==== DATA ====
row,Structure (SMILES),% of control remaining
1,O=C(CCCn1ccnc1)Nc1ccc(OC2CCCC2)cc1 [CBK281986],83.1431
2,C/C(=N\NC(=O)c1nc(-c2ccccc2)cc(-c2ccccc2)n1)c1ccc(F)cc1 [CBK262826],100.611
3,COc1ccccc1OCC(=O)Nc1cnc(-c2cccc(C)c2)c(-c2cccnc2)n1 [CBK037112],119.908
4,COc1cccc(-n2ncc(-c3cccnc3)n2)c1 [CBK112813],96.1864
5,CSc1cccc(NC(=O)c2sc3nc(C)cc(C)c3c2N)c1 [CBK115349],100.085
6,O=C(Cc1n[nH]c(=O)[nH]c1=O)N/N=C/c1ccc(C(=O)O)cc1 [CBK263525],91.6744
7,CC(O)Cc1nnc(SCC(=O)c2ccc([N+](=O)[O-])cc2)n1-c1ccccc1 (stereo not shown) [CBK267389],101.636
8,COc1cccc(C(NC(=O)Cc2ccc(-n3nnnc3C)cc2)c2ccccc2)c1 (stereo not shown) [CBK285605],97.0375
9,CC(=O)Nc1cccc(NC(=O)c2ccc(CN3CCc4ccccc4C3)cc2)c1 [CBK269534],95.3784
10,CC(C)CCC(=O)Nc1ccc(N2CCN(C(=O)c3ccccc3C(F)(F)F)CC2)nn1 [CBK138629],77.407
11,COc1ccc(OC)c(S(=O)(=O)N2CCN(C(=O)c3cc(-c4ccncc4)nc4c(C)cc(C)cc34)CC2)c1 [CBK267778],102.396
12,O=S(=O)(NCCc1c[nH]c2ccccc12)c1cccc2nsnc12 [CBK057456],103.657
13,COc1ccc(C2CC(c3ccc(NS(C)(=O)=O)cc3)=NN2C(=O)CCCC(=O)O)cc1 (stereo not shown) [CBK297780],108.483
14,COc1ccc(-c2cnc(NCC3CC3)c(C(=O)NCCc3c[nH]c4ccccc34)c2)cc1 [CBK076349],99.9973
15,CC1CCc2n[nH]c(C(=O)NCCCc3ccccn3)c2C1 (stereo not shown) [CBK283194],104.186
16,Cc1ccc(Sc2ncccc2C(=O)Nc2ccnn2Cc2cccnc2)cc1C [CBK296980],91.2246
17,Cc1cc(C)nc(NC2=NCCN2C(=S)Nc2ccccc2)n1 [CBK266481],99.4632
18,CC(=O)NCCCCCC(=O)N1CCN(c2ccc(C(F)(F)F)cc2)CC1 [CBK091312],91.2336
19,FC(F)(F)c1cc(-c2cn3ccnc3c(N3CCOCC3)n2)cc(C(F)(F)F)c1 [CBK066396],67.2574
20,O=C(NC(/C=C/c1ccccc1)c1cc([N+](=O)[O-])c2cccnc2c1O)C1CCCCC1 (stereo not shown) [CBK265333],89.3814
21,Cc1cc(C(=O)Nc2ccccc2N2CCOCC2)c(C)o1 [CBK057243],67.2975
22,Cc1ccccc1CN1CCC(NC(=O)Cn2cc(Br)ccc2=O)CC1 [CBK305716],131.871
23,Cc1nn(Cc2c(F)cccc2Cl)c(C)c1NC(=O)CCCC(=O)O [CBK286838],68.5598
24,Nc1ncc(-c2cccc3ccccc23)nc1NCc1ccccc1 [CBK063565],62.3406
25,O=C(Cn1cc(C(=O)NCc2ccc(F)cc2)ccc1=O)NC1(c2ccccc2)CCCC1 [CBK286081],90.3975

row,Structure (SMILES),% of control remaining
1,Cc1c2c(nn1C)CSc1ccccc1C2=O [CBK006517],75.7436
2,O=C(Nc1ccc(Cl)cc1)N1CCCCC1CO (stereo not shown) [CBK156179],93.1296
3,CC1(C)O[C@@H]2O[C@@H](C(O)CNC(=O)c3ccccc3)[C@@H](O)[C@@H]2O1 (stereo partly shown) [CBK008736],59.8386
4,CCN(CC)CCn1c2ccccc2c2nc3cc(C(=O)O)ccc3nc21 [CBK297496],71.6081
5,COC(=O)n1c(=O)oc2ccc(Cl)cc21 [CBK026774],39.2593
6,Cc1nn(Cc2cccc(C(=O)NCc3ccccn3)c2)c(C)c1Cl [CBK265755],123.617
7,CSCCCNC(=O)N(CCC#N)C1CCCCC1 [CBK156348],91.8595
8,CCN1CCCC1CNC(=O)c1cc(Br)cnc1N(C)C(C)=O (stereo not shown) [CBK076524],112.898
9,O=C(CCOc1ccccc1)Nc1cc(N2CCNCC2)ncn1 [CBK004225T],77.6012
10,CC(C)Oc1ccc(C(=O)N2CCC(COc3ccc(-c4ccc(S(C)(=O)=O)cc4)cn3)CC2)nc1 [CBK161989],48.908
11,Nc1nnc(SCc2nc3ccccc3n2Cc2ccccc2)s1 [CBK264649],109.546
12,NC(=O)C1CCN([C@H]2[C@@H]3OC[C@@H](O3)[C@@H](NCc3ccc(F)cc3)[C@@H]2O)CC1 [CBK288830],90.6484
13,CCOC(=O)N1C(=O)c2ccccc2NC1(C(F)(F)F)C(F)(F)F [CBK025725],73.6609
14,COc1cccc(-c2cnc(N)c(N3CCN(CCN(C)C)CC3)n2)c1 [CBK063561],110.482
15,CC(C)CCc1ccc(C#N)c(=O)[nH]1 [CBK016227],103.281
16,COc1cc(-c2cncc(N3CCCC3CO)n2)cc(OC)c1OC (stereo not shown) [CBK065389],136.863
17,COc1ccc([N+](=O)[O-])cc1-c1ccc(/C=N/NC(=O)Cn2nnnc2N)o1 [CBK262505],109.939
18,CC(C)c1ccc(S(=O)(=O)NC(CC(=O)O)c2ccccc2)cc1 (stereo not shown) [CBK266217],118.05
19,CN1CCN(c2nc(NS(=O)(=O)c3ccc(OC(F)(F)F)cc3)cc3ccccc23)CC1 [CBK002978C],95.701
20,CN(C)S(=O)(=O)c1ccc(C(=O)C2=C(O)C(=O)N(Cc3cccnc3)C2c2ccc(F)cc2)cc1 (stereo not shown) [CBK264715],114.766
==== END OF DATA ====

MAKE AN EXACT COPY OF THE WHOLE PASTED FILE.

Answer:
row,Structure (SMILES),% of control remaining
1,O=C(CCCn1ccnc1)Nc1ccc(OC2CCCC2)cc1 [CBK281986],83.1431
2,C/C(=N\NC(=O)c1nc(-c2ccccc2)cc(-c2ccccc2)n1)c1ccc(F)cc1 [CBK262826],100.611
3,COc1ccccc1OCC(=O)Nc1cnc(-c2cccc(C)c2)c(-c2cccnc2)n1 [CBK037112],119.908
4,COc1cccc(-n2ncc(-c3cccnc3)n2)c1 [CBK112813],96.1864
5,CSc1cccc(NC(=O)c2sc3nc(C)cc(C)c3c2N)c1 [CBK115349],100.085
6,O=C(Cc1n[nH]c(=O)[nH]c1=O)N/N=C/c1ccc(C(=O)O)cc1 [CBK263525],91.6744
7,CC(O)Cc1nnc(SCC(=O)c2ccc([N+](=O)[O-])cc2)n1-c1ccccc1 (stereo not shown) [CBK267389],101.636
8,COc1cccc(C(NC(=O)Cc2ccc(-n3nnnc3C)cc2)c2ccccc2)c1 (stereo not shown) [CBK285605],97.0375
9,CC(=O)Nc1cccc(NC(=O)c2ccc(CN3CCc4ccccc4C3)cc2)c1 [CBK269534],95.3784
10,CC(C)CCC(=O)Nc1ccc(N2CCN(C(=O)c3ccccc3C(F)(F)F)CC2)nn1 [CBK138629],77.407
11,COc1ccc(OC)c(S(=O)(=O)N2CCN(C(=O)c3cc(-c4ccncc4)nc4c(C)cc(C)cc34)CC2)c1 [CBK267778],102.396
12,O=S(=O)(NCCc1c[nH]c2ccccc12)c1cccc2nsnc12 [CBK057456],103.657
13,COc1ccc(C2CC(c3ccc(NS(C)(=O)=O)cc3)=NN2C(=O)CCCC(=O)O)cc1 (stereo not shown) [CBK297780],108.483
14,COc1ccc(-c2cnc(NCC3CC3)c(C(=O)NCCc3c[nH]c4ccccc34)c2)cc1 [CBK076349],99.9973
15,CC1CCc2n[nH]c(C(=O)NCCCc3ccccn3)c2C1 (stereo not shown) [CBK283194],104.186
16,Cc1ccc(Sc2ncccc2C(=O)Nc2ccnn2Cc2cccnc2)cc1C [CBK296980],91.2246
17,Cc1cc(C)nc(NC2=NCCN2C(=S)Nc2ccccc2)n1 [CBK266481],99.4632
18,CC(=O)NCCCCCC(=O)N1CCN(c2ccc(C(F)(F)F)cc2)CC1 [CBK091312],91.2336
19,FC(F)(F)c1cc(-c2cn3ccnc3c(N3CCOCC3)n2)cc(C(F)(F)F)c1 [CBK066396],67.2574
20,O=C(NC(/C=C/c1ccccc1)c1cc([N+](=O)[O-])c2cccnc2c1O)C1CCCCC1 (stereo not shown) [CBK265333],89.3814
21,Cc1cc(C(=O)Nc2ccccc2N2CCOCC2)c(C)o1 [CBK057243],67.2975
22,Cc1ccccc1CN1CCC(NC(=O)Cn2cc(Br)ccc2=O)CC1 [CBK305716],131.871
23,Cc1nn(Cc2c(F)cccc2Cl)c(C)c1NC(=O)CCCC(=O)O [CBK286838],68.5598
24,Nc1ncc(-c2cccc3ccccc23)nc1NCc1ccccc1 [CBK063565],62.3406
25,O=C(Cn1cc(C(=O)NCc2ccc(F)cc2)ccc1=O)NC1(c2ccccc2)CCCC1 [CBK286081],90.3975

row,Structure (SMILES),% of control remaining
1,Cc1c2c(nn1C)CSc1ccccc1C2=O [CBK006517],75.7436
2,O=C(Nc1ccc(Cl)cc1)N1CCCCC1CO (stereo not shown) [CBK156179],93.1296
3,CC1(C)O[C@@H]2O[C@@H](C(O)CNC(=O)c3ccccc3)[C@@H](O)[C@@H]2O1 (stereo partly shown) [CBK008736],59.8386
4,CCN(CC)CCn1c2ccccc2c2nc3cc(C(=O)O)ccc3nc21 [CBK297496],71.6081
5,COC(=O)n1c(=O)oc2ccc(Cl)cc21 [CBK026774],39.2593
6,Cc1nn(Cc2cccc(C(=O)NCc3ccccn3)c2)c(C)c1Cl [CBK265755],123.617
7,CSCCCNC(=O)N(CCC#N)C1CCCCC1 [CBK156348],91.8595
8,CCN1CCCC1CNC(=O)c1cc(Br)cnc1N(C)C(C)=O (stereo not shown) [CBK076524],112.898
9,O=C(CCOc1ccccc1)Nc1cc(N2CCNCC2)ncn1 [CBK004225T],77.6012
10,CC(C)Oc1ccc(C(=O)N2CCC(COc3ccc(-c4ccc(S(C)(=O)=O)cc4)cn3)CC2)nc1 [CBK161989],48.908
11,Nc1nnc(SCc2nc3ccccc3n2Cc2ccccc2)s1 [CBK264649],109.546
12,NC(=O)C1CCN([C@H]2[C@@H]3OC[C@@H](O3)[C@@H](NCc3ccc(F)cc3)[C@@H]2O)CC1 [CBK288830],90.6484
13,CCOC(=O)N1C(=O)c2ccccc2NC1(C(F)(F)F)C(F)(F)F [CBK025725],73.6609
14,COc1cccc(-c2cnc(N)c(N3CCN(CCN(C)C)CC3)n2)c1 [CBK063561],110.482
15,CC(C)CCc1ccc(C#N)c(=O)[nH]1 [CBK016227],103.281
16,COc1cc(-c2cncc(N3CCCC3CO)n2)cc(OC)c1OC (stereo not shown) [CBK065389],136.863
17,COc1ccc([N+](=O)[O-])cc1-c1ccc(/C=N/NC(=O)Cn2nnnc2N)o1 [CBK262505],109.939
18,CC(C)c1ccc(S(=O)(=O)NC(CC(=O)O)c2ccccc2)cc1 (stereo not shown) [CBK266217],118.05
19,CN1CCN(c2nc(NS(=O)(=O)c3ccc(OC(F)(F)F)cc3)cc3ccccc23)CC1 [CBK002978C],95.701
20,CN(C)S(=O)(=O)c1ccc(C(=O)C2=C(O)C(=O)N(Cc3cccnc3)C2c2ccc(F)cc2)cc1 (stereo not shown) [CBK264715],114.766